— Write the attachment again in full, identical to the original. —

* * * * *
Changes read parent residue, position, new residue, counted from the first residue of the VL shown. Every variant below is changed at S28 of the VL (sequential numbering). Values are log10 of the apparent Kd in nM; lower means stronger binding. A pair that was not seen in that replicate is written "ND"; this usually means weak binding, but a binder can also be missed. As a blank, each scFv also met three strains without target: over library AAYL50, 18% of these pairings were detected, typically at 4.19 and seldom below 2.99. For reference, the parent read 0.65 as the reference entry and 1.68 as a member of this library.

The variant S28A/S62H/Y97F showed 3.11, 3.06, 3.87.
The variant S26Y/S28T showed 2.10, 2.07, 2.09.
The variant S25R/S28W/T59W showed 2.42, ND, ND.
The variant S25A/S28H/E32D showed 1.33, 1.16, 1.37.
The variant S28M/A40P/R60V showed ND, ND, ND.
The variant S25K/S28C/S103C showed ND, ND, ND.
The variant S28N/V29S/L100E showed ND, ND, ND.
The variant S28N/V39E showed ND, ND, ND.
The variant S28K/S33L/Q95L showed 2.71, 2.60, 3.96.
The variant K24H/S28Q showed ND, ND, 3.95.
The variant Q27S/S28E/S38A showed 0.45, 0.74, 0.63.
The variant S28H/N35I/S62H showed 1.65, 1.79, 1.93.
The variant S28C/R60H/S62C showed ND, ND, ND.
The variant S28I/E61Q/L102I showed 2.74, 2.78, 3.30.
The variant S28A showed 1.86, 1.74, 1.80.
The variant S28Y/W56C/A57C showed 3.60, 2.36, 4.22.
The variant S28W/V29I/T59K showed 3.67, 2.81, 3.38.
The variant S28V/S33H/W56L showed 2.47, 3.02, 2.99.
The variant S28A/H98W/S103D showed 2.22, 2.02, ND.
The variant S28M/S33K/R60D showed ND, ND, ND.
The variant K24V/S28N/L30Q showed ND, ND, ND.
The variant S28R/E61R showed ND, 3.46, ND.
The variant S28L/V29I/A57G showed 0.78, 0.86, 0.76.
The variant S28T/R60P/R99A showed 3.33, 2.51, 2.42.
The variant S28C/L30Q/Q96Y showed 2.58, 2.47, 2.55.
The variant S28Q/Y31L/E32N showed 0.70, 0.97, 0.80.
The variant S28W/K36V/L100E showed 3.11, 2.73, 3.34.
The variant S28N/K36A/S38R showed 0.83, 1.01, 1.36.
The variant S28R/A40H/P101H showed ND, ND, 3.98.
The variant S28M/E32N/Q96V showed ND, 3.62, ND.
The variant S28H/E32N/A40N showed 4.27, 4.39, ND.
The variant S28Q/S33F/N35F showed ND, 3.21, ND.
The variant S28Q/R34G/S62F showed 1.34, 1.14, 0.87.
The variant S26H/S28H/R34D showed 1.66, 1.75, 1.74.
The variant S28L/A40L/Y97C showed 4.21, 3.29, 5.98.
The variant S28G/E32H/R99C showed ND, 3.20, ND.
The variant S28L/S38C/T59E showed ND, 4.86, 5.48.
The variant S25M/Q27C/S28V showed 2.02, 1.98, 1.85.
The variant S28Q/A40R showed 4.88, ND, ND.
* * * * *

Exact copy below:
Changes read parent residue, position, new residue, counted from the first residue of the VL shown. Every variant below is changed at S28 of the VL (sequential numbering). Values are log10 of the apparent Kd in nM; lower means stronger binding. A pair that was not seen in that replicate is written "ND"; this usually means weak binding, but a binder can also be missed. As a blank, each scFv also met three strains without target: over library AAYL50, 18% of these pairings were detected, typically at 4.19 and seldom below 2.99. For reference, the parent read 0.65 as the reference entry and 1.68 as a member of this library.

The variant S28A/S62H/Y97F showed 3.11, 3.06, 3.87.
The variant S26Y/S28T showed 2.10, 2.07, 2.09.
The variant S25R/S28W/T59W showed 2.42, ND, ND.
The variant S25A/S28H/E32D showed 1.33, 1.16, 1.37.
The variant S28M/A40P/R60V showed ND, ND, ND.
The variant S25K/S28C/S103C showed ND, ND, ND.
The variant S28N/V29S/L100E showed ND, ND, ND.
The variant S28N/V39E showed ND, ND, ND.
The variant S28K/S33L/Q95L showed 2.71, 2.60, 3.96.
The variant K24H/S28Q showed ND, ND, 3.95.
The variant Q27S/S28E/S38A showed 0.45, 0.74, 0.63.
The variant S28H/N35I/S62H showed 1.65, 1.79, 1.93.
The variant S28C/R60H/S62C showed ND, ND, ND.
The variant S28I/E61Q/L102I showed 2.74, 2.78, 3.30.
The variant S28A showed 1.86, 1.74, 1.80.
The variant S28Y/W56C/A57C showed 3.60, 2.36, 4.22.
The variant S28W/V29I/T59K showed 3.67, 2.81, 3.38.
The variant S28V/S33H/W56L showed 2.47, 3.02, 2.99.
The variant S28A/H98W/S103D showed 2.22, 2.02, ND.
The variant S28M/S33K/R60D showed ND, ND, ND.
The variant K24V/S28N/L30Q showed ND, ND, ND.
The variant S28R/E61R showed ND, 3.46, ND.
The variant S28L/V29I/A57G showed 0.78, 0.86, 0.76.
The variant S28T/R60P/R99A showed 3.33, 2.51, 2.42.
The variant S28C/L30Q/Q96Y showed 2.58, 2.47, 2.55.
The variant S28Q/Y31L/E32N showed 0.70, 0.97, 0.80.
The variant S28W/K36V/L100E showed 3.11, 2.73, 3.34.
The variant S28N/K36A/S38R showed 0.83, 1.01, 1.36.
The variant S28R/A40H/P101H showed ND, ND, 3.98.
The variant S28M/E32N/Q96V showed ND, 3.62, ND.
The variant S28H/E32N/A40N showed 4.27, 4.39, ND.
The variant S28Q/S33F/N35F showed ND, 3.21, ND.
The variant S28Q/R34G/S62F showed 1.34, 1.14, 0.87.
The variant S26H/S28H/R34D showed 1.66, 1.75, 1.74.
The variant S28L/A40L/Y97C showed 4.21, 3.29, 5.98.
The variant S28G/E32H/R99C showed ND, 3.20, ND.
The variant S28L/S38C/T59E showed ND, 4.86, 5.48.
The variant S25M/Q27C/S28V showed 2.02, 1.98, 1.85.
The variant S28Q/A40R showed 4.88, ND, ND.